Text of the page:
Tattoos are permanent. They are generated by injecting small packets of the ink pigment into the lower levels of the skin, and these pigment capsules are too large for the body to naturally digest them. This means that the ink remains permanently in the skin. To remove the tattoo it is necessary to remove this pigment. Removal can be done in two main ways: Laser and Surgery.
LASER
 

The pigment can be removed by breaking up the little pigment capsules and allowing the pigment to be released so that the body can naturally absorb the remaining ink. This is how laser tattoo removal works.

Laser is very effective at treating the dark ink pigments in light coloured skin. It does this by a process called selective thermolysis. The black pigment absorbs the heat of the laser so a very localised heat is generated, which ruptures the small capsule containing the ink.
If the ink is of a lighter colour,
more similar to the colour of the skin, then the pigment in the skin and the pigment in the tattoo ink heat to a similar degree.

This means that it is more difficult to remove the coloured pigments such as yellow, red, and the paler greens, without heat-damaging the skin in the local area. Laser is therefore very effective at removing black tattoos, and less effective for multi-coloured areas.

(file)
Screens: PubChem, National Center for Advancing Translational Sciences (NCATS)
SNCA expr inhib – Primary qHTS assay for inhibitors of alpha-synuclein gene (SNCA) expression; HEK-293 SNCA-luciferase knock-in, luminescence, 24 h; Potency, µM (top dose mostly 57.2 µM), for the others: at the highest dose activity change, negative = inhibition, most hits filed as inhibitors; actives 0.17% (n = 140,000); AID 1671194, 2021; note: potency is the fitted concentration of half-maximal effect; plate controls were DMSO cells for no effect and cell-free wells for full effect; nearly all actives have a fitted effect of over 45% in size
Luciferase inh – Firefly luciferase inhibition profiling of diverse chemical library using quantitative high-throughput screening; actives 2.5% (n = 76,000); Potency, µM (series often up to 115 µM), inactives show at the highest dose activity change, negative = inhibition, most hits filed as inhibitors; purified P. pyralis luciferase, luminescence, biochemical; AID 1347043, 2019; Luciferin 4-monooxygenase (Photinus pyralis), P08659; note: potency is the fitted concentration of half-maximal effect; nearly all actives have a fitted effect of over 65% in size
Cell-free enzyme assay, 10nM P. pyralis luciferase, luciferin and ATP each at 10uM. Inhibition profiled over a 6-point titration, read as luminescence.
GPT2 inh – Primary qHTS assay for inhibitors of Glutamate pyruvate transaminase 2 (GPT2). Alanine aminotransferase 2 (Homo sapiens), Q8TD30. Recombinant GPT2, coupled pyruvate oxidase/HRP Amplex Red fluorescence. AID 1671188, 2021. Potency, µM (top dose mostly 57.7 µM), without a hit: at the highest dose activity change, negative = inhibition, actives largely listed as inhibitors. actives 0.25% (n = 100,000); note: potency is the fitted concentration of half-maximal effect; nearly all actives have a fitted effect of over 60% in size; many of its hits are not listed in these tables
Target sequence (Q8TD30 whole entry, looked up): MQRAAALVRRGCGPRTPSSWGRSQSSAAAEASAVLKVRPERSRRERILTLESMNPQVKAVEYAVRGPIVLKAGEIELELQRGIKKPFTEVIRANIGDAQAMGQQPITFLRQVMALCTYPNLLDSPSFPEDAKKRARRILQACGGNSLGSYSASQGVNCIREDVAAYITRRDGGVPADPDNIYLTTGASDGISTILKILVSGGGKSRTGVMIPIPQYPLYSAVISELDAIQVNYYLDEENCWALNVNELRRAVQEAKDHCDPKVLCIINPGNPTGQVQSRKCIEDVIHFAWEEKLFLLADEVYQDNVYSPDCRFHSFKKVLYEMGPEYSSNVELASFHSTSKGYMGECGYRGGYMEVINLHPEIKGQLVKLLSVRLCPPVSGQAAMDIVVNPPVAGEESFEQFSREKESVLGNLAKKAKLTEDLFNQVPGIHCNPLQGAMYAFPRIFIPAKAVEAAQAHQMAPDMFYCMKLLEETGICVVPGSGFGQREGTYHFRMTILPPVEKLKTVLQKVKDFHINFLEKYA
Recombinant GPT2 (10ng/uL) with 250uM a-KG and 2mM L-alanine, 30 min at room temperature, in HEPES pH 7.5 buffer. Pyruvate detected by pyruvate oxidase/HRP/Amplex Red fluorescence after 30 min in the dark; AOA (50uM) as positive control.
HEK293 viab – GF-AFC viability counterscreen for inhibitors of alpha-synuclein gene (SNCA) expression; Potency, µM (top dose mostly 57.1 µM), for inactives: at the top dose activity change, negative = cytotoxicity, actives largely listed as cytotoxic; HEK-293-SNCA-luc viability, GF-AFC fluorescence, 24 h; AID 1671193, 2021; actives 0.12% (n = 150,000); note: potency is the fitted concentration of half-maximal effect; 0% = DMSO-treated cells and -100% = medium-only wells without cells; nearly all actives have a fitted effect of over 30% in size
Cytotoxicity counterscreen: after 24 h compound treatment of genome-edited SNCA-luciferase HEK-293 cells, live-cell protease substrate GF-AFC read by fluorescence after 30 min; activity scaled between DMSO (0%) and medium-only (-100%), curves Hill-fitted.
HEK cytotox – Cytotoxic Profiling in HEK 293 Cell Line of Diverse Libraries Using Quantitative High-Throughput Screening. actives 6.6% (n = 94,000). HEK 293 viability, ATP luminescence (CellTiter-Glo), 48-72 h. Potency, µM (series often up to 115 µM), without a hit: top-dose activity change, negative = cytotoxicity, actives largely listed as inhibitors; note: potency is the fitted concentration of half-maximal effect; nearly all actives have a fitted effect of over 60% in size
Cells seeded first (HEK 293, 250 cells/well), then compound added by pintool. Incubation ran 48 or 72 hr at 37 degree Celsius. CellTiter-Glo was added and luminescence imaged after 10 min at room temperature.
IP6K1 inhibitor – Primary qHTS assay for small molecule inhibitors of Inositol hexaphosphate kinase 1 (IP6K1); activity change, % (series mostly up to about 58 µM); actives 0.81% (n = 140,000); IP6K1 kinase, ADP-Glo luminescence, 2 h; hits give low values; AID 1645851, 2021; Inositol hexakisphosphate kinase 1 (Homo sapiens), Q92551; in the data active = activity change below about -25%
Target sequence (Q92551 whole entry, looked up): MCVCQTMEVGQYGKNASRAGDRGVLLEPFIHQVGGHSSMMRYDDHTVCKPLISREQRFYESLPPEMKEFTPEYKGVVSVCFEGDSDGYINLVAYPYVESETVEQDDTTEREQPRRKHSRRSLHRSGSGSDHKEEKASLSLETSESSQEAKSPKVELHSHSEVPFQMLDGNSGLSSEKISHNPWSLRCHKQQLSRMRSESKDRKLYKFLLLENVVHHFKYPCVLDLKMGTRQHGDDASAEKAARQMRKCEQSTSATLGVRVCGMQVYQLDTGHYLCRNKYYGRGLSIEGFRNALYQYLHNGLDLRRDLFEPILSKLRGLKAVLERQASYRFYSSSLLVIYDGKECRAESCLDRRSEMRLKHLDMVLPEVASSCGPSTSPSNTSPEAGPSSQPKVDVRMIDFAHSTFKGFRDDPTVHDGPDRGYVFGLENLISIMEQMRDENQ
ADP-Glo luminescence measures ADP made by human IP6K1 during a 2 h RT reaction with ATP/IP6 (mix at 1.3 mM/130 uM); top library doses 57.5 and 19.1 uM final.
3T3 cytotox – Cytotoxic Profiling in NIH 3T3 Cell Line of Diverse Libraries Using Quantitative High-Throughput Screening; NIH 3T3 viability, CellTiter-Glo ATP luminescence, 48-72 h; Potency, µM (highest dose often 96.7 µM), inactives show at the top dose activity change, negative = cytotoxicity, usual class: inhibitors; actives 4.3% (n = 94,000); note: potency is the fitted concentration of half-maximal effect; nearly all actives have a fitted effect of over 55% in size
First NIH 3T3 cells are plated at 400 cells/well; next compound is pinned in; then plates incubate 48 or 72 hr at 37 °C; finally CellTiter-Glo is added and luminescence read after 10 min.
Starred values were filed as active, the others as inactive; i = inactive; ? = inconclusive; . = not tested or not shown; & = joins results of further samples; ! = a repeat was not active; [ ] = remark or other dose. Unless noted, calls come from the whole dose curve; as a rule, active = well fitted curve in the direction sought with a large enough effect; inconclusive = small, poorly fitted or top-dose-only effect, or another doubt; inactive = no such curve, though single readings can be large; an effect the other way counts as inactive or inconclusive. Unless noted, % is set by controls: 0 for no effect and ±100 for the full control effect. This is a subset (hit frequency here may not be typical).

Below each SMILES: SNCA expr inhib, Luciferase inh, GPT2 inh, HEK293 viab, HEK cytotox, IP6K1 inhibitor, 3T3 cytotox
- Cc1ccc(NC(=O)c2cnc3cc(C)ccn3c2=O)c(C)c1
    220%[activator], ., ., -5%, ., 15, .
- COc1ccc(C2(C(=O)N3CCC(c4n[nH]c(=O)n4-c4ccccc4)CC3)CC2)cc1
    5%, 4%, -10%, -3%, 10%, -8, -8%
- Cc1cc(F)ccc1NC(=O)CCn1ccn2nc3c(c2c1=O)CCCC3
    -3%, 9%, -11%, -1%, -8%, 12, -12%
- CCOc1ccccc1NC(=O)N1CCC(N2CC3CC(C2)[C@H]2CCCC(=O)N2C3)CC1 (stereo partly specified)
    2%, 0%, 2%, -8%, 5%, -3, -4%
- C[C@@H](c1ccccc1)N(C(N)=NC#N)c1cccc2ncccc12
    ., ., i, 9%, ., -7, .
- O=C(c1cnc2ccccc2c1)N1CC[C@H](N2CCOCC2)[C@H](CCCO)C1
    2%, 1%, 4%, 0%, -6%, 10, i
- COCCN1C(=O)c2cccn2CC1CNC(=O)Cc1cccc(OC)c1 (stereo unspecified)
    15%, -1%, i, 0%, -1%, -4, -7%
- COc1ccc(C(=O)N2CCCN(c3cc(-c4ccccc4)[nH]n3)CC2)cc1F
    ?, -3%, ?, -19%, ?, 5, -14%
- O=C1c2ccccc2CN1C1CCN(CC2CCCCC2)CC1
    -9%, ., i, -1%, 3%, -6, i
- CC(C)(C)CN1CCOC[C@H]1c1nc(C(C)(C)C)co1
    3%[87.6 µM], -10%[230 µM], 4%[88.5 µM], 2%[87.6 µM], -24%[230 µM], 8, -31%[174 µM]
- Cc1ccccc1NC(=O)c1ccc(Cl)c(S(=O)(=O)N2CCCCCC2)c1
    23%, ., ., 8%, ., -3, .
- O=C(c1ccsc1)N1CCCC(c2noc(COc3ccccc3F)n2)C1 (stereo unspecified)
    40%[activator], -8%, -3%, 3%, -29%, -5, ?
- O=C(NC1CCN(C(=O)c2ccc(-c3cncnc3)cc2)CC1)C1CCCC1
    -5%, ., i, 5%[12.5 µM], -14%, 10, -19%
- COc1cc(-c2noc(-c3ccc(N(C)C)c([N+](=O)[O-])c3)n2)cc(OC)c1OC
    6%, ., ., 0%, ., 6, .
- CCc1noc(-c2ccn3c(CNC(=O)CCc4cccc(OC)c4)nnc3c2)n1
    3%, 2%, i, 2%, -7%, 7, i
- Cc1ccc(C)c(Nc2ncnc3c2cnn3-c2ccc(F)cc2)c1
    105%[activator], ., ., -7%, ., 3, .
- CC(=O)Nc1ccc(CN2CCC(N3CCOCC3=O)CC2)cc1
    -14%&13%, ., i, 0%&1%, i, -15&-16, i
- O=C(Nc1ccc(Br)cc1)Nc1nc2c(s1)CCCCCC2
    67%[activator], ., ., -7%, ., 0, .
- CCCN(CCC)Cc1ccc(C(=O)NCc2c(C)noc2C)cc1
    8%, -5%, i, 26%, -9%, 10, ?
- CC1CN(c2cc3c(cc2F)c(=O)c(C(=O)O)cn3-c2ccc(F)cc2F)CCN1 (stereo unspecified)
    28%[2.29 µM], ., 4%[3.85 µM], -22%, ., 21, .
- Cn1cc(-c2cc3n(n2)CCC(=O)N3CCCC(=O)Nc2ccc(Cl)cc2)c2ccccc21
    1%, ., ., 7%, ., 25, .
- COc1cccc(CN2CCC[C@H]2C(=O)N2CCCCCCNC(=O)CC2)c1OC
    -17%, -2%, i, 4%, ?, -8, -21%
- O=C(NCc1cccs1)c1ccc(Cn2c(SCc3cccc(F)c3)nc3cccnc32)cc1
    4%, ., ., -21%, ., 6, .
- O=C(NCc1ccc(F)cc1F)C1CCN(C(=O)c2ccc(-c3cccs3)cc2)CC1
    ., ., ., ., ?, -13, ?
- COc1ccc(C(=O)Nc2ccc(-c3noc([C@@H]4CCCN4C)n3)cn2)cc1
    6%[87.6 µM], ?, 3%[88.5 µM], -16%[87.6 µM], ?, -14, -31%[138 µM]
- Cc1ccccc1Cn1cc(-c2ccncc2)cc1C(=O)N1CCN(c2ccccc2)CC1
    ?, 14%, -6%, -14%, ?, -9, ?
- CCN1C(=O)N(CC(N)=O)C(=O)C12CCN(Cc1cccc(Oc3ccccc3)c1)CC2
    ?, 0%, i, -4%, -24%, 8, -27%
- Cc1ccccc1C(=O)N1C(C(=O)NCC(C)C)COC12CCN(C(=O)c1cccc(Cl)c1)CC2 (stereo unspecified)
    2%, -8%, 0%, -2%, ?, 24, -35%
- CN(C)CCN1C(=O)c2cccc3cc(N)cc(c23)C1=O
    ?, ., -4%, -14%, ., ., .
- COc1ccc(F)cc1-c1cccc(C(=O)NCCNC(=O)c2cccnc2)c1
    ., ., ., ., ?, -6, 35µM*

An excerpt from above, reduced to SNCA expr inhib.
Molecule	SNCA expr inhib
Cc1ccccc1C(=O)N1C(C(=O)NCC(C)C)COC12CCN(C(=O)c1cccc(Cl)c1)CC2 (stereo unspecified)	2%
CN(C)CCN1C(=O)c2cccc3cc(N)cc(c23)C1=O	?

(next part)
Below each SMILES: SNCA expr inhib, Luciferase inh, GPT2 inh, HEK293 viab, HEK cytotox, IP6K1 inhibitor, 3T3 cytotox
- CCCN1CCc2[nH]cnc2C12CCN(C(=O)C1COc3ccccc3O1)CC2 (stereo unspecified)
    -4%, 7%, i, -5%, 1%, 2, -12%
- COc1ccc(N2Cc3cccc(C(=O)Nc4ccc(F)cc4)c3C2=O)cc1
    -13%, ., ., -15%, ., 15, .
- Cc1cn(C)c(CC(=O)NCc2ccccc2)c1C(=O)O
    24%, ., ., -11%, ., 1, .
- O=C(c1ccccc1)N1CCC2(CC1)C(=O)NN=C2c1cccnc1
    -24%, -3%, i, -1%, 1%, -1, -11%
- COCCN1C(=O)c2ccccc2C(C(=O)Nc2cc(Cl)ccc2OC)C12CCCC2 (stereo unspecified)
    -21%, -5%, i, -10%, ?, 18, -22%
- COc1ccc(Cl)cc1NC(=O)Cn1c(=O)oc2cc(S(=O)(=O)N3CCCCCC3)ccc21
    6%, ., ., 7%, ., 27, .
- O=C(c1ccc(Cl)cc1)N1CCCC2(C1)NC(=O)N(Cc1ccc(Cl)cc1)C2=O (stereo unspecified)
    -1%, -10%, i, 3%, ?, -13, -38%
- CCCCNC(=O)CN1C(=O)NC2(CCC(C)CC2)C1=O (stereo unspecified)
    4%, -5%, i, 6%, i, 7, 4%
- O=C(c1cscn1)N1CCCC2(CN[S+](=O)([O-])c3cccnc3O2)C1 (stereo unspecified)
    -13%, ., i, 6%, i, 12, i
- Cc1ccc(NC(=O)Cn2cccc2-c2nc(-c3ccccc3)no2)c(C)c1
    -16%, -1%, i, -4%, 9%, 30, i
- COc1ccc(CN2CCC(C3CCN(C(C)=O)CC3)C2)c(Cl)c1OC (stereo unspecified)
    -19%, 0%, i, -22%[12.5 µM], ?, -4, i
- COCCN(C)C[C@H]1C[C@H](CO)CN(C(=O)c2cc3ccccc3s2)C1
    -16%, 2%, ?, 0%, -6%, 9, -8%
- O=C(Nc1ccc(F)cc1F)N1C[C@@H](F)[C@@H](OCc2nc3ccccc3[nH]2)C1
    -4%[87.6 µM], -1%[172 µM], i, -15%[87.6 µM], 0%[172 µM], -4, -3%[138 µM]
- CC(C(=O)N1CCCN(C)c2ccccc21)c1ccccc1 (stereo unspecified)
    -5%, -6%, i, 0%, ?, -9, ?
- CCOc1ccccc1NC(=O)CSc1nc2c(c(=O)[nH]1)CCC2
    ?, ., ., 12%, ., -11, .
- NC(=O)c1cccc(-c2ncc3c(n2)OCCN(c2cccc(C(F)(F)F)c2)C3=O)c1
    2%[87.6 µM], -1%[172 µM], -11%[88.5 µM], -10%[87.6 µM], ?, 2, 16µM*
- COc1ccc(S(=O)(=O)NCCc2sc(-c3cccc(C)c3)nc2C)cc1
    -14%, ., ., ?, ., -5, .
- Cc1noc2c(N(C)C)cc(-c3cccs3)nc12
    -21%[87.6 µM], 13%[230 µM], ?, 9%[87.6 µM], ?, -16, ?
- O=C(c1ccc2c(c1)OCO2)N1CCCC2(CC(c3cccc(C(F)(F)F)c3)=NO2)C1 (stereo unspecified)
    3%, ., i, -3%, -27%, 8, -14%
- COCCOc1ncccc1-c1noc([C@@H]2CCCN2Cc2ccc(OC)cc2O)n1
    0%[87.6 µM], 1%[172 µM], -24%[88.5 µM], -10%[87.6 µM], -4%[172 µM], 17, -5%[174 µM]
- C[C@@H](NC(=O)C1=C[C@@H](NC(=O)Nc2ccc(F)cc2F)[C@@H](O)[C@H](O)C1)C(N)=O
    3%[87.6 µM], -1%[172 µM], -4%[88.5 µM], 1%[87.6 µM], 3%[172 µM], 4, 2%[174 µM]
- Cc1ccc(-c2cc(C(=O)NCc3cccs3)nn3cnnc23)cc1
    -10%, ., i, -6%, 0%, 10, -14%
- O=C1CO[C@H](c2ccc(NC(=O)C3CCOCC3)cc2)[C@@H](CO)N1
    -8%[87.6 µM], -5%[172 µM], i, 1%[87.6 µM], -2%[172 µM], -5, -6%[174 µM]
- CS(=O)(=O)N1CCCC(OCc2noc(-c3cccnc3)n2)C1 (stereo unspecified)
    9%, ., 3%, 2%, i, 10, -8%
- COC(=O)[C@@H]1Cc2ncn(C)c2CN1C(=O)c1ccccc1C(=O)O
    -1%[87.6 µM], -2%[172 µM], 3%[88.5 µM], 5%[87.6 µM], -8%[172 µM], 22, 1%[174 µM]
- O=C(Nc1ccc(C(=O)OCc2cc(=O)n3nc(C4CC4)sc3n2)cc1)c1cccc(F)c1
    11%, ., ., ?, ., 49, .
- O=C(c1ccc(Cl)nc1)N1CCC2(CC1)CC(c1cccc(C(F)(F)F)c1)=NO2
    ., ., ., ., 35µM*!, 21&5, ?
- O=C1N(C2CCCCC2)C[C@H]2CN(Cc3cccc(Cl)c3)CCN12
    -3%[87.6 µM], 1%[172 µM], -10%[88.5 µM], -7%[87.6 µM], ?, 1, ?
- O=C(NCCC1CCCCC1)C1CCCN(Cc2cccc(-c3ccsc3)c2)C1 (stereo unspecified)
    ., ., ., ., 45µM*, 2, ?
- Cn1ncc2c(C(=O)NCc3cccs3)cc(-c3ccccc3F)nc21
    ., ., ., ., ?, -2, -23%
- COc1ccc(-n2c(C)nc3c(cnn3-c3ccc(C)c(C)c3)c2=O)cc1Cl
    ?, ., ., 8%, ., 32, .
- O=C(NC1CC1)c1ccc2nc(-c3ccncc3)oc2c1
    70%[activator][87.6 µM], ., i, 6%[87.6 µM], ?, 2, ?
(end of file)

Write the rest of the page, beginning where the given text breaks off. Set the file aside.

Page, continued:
Laser requires multiple treatments and even after successful laser treatment it is common to find a ghosting effect where a pale outline of the tattoo remains. This happens because the laser is removing the natural pigment from the skin, as well as the tattoo pigment, so you end up with a pale ghost of the original tattoo image.

  The coloured pigments can be treated with some specialist forms of laser, but again will be difficult to remove completely, and after a number of laser treatments it is quite common for the patient to end up with a pale pink and red coloured tattoo on a white ghost background